For Philly.com to maintain and expand upon its role as the dominant hub site in the Philadelphia region, it needs to become a comprehensive, collaborative and open source for all news, information and analysis that happens, reflects and impacts this metro area.
For 15 years, the now Philadelphia Media Network-owned news website has exclusively featured content from its sister newspapers, the Inquirer and Daily News (also owned by PMN), in addition to online exclusives and Philly.com-led multimedia content.
Contrary to what perhaps many at PMN may believe, the more than 200 combined editorial staff members are not, and likely cannot, currently produce that comprehension. Nor should they.
Philly.com’s reach will always be stilted — by other major, also growing online audiences for local TV news websites, suburban newspapers, a nascent, if not yet real, threat in the NewsWorks initiative from WHYY, and other community sites — until it realizes it shouldn’t be a newspaper landing page but the ultimate authority of regional content. That’s a problem for the future success of a brand with a business model predicated on more eyeballs.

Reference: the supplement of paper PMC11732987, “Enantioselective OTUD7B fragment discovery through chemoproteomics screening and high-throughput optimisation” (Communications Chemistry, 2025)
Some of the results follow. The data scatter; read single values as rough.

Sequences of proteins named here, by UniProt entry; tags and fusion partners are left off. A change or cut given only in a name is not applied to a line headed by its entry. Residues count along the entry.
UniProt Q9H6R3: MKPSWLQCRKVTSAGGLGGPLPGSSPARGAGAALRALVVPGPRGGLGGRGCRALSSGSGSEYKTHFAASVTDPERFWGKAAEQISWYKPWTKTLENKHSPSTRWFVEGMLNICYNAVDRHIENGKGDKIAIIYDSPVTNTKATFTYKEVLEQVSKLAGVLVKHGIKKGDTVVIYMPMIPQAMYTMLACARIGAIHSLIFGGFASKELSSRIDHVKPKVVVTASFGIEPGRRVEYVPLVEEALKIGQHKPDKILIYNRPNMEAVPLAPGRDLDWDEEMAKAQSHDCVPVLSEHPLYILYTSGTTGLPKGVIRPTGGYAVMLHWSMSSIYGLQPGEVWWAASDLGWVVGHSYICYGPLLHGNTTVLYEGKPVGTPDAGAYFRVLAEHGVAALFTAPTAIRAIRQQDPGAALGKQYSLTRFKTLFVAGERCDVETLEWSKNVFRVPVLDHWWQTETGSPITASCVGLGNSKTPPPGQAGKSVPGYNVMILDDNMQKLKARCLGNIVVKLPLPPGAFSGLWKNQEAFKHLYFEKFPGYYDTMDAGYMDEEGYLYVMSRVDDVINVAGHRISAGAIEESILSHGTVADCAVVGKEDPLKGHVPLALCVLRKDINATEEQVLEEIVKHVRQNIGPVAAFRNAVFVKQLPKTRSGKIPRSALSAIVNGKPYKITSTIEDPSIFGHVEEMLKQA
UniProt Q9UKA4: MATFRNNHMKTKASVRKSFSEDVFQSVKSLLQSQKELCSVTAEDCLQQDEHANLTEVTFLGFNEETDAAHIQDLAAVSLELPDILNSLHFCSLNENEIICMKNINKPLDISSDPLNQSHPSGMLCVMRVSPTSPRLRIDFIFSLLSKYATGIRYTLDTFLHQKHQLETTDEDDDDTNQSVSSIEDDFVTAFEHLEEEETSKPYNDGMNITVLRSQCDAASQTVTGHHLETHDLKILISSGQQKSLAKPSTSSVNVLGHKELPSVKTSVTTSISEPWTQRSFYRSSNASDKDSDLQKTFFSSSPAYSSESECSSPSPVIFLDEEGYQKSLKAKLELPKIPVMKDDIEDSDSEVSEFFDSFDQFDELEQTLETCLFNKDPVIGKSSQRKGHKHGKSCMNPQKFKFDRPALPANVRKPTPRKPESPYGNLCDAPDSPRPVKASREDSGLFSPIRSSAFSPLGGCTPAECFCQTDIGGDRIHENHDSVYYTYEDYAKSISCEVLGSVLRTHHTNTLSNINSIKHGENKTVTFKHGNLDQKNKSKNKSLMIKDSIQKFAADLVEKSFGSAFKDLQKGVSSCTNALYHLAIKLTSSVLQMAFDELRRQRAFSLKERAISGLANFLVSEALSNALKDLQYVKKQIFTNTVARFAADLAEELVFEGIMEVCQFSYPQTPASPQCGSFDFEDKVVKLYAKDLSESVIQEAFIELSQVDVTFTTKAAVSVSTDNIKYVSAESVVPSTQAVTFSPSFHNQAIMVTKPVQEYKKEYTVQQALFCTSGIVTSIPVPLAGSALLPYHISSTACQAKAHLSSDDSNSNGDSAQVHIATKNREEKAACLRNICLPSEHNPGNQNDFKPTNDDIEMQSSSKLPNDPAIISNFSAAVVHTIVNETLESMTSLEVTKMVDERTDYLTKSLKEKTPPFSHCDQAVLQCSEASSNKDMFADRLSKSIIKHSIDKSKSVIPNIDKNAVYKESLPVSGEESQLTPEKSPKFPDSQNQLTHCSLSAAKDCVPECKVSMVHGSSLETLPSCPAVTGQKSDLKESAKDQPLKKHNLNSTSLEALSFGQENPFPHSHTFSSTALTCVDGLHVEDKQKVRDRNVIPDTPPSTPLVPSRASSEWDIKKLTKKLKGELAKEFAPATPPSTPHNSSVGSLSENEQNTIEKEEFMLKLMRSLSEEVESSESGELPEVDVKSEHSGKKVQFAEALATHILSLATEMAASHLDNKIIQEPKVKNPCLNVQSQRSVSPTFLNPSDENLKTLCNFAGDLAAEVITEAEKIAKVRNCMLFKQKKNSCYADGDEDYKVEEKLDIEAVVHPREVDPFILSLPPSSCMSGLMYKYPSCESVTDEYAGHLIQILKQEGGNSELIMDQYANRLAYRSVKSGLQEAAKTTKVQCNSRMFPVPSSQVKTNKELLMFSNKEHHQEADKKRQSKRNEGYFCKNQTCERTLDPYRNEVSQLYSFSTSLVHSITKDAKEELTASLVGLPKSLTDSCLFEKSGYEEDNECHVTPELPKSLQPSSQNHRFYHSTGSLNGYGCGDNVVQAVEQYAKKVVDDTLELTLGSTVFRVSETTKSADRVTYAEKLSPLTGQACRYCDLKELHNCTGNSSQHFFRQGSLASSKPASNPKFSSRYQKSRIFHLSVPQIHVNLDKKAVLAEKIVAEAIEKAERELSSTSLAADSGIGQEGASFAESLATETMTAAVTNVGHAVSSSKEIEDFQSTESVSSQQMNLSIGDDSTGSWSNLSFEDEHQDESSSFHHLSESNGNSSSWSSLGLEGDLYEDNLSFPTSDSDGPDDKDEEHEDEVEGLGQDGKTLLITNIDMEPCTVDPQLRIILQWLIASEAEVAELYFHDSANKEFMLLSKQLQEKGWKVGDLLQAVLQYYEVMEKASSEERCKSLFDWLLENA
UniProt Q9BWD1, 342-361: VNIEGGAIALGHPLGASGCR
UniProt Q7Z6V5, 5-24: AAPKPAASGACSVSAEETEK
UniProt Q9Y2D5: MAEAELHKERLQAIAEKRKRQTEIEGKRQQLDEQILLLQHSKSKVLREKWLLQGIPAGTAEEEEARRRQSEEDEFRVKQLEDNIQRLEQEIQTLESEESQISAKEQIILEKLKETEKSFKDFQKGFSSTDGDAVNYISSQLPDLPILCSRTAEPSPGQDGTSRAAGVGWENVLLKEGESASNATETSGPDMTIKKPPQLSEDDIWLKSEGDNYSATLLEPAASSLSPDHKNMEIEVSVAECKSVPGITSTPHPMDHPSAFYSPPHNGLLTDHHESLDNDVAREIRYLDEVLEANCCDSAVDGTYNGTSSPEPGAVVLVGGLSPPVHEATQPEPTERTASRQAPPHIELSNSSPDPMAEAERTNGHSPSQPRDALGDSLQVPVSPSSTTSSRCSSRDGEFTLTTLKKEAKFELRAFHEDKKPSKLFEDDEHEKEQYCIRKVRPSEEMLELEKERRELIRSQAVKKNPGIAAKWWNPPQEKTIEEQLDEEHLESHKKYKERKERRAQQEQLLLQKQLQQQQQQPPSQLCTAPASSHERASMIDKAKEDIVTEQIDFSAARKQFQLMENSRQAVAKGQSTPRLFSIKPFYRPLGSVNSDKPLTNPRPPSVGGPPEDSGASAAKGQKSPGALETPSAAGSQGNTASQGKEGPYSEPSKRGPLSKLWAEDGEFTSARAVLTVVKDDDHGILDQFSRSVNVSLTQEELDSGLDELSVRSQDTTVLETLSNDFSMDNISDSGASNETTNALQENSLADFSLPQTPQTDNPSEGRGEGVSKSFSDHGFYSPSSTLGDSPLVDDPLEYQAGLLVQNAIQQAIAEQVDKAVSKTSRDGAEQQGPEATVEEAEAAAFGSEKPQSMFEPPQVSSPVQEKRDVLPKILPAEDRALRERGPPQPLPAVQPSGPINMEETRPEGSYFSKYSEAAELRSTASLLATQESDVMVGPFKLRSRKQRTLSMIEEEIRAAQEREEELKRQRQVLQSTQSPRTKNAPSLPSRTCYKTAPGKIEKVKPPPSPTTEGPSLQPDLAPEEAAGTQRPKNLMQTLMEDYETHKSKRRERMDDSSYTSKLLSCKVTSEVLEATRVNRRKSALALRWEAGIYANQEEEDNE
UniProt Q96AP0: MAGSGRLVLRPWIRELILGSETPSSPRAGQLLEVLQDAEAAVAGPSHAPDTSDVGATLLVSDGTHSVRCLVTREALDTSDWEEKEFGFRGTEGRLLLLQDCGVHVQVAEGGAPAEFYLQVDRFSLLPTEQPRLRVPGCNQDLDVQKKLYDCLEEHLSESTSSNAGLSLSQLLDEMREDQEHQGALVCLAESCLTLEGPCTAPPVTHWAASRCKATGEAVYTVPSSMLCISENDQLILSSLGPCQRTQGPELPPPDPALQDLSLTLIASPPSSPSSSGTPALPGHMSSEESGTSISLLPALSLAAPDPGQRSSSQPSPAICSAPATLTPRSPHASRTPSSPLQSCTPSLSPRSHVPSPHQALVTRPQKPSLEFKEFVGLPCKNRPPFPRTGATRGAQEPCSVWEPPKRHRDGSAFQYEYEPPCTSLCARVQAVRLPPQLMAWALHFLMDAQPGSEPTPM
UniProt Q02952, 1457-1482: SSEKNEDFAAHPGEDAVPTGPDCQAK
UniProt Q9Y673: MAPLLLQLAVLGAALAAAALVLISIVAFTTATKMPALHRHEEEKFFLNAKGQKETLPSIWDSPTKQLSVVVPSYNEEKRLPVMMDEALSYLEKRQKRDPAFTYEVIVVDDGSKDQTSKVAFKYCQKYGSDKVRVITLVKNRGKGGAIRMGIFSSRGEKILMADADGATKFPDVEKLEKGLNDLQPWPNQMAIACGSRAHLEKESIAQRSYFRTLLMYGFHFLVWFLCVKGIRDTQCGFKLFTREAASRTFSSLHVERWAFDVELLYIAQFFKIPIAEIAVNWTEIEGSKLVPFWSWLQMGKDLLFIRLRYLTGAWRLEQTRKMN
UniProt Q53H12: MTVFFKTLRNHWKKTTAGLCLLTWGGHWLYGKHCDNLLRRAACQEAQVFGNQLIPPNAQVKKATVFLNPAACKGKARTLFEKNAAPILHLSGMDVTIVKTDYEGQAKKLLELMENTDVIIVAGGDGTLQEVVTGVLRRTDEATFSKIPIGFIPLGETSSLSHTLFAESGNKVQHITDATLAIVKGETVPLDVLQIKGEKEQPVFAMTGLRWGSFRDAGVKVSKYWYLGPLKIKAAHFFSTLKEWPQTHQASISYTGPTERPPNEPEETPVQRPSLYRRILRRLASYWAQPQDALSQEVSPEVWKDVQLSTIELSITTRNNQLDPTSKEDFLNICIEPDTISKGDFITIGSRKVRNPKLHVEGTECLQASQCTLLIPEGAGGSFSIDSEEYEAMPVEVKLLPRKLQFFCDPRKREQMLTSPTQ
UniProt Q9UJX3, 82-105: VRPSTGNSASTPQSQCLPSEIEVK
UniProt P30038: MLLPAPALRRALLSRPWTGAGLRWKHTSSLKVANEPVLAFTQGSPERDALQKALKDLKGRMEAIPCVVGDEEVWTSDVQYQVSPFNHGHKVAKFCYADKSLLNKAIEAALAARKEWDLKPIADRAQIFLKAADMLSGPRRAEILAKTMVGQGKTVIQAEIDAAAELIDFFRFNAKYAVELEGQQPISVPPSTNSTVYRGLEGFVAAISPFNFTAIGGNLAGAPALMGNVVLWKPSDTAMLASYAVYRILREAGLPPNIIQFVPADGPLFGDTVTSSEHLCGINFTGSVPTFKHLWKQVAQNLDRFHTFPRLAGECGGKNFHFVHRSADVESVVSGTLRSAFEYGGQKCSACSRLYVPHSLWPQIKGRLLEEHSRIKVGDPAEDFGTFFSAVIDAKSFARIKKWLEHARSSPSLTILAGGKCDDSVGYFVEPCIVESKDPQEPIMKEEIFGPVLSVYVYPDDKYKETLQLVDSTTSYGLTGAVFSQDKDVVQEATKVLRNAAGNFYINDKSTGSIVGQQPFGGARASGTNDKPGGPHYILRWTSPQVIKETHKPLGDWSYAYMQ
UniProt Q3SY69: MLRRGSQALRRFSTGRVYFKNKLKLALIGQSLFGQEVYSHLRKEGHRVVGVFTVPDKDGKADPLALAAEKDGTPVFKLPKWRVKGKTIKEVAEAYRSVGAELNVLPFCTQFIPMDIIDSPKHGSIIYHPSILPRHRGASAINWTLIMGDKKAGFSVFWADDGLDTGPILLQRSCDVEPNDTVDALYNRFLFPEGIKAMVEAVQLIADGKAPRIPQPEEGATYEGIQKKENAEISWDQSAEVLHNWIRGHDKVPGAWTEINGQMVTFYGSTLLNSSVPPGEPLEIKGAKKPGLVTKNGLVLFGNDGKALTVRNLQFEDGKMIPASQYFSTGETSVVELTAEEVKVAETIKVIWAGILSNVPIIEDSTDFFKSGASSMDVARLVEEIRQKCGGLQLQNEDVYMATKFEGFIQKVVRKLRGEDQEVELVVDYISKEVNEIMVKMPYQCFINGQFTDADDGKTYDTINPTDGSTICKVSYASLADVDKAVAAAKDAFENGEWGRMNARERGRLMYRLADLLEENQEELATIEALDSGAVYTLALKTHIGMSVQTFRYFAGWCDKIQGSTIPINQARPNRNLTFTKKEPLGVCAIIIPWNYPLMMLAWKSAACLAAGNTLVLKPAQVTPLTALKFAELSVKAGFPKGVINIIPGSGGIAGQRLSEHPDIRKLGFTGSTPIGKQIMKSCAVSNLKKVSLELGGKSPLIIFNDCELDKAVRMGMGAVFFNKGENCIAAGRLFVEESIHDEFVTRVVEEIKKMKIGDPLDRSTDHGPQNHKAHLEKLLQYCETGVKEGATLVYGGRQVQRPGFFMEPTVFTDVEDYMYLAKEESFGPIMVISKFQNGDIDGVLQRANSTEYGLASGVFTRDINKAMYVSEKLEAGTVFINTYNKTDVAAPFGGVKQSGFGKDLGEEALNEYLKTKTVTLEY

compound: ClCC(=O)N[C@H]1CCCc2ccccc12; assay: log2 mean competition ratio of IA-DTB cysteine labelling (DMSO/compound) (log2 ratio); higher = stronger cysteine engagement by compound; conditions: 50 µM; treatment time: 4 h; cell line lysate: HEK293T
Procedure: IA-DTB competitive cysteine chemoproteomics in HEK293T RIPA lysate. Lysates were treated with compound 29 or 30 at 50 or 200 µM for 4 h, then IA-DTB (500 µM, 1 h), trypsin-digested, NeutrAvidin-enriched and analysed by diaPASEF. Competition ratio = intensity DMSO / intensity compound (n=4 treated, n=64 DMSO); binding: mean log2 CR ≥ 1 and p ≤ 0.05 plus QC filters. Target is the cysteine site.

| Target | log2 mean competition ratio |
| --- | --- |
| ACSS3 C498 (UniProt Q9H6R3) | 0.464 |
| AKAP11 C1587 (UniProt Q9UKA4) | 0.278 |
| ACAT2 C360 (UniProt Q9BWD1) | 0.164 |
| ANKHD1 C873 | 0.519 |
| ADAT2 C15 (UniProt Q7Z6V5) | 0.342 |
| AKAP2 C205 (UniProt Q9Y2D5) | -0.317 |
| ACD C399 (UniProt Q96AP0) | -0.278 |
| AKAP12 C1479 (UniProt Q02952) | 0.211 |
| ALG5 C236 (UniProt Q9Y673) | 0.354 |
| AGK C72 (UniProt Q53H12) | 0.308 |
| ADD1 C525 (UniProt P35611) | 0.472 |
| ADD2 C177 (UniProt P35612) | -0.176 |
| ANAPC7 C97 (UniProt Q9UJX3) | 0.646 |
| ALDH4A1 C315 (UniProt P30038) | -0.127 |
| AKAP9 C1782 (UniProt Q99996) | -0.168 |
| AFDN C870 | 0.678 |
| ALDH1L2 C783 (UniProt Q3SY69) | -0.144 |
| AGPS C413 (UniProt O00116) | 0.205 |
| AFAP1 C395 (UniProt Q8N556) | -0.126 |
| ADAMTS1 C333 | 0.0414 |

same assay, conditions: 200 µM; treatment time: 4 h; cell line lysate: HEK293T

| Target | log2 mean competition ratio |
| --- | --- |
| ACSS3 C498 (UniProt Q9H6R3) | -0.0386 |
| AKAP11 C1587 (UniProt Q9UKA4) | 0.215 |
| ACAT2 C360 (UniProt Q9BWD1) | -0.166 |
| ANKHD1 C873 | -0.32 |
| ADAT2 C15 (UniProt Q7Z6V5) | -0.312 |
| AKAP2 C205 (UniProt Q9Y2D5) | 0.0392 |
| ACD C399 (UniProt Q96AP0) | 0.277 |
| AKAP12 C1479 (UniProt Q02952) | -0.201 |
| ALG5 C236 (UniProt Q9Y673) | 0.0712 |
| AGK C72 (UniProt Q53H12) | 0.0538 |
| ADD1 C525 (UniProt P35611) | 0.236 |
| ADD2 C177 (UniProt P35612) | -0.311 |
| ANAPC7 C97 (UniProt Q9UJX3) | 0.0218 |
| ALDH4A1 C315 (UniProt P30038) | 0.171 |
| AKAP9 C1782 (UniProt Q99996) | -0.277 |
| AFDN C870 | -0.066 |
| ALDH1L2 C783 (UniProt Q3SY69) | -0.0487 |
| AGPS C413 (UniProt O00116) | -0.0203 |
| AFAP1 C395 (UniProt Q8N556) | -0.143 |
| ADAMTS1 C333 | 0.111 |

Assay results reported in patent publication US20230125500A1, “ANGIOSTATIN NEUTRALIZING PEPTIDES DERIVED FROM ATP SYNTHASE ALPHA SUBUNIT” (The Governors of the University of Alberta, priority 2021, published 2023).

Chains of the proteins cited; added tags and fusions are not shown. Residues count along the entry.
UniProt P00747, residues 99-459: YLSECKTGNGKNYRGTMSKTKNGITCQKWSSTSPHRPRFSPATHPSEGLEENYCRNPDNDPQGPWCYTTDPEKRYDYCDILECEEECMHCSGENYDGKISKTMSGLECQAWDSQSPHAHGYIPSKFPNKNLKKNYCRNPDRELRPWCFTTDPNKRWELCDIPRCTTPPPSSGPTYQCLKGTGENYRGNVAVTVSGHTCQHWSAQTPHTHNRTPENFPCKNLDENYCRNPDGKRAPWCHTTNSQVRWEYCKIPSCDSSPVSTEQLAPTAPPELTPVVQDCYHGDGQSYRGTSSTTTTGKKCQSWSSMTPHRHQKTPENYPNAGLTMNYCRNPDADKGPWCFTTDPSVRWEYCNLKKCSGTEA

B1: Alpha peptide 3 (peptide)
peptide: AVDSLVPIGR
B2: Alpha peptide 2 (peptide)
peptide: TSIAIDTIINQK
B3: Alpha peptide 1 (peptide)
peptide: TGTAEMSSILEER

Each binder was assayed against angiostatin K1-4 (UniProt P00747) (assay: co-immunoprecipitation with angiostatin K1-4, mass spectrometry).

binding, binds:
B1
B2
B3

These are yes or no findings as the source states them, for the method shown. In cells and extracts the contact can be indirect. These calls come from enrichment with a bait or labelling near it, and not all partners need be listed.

Let me be clear here: I have many friends who work there. I think they do great work. This is not at all a criticism of the work done there, but rather, some thoughts for developing their Philly.com brand. I’m an outsider and a journalism geek, so it’s fun to brainstorm. OK, follow my thoughts below:
Though reflecting of other trends too, Philly.com’s competition for audience (though with more than the six million monthly visitors they claim, it’s not small) is in no small part due to the reality that where we get our news reflects who we are. Philly.com is not a true online hub for the region. It is seen as the landing page for the city’s two biggest daily newspapers. Repeat: Philly.com is not actually seen as a separate business, though it is, but rather just another newspaper dot com. So, readers flood the 6 ABC or CBS 3 or, yes, the NewsWorks websites, because that’s where they get their news.
To succeed, Philly.com should strive to be seen as the curator in chief, above all them all in purpose, reach and partners.
Help Philly.com: presentation notes from BCNI 2011
At BarCamp NewsInnovation, Philly.com Vice President Wendy Warren and producer Dan Victor, pictured above, held a session where they spoke a bit about t he direction the site was headed.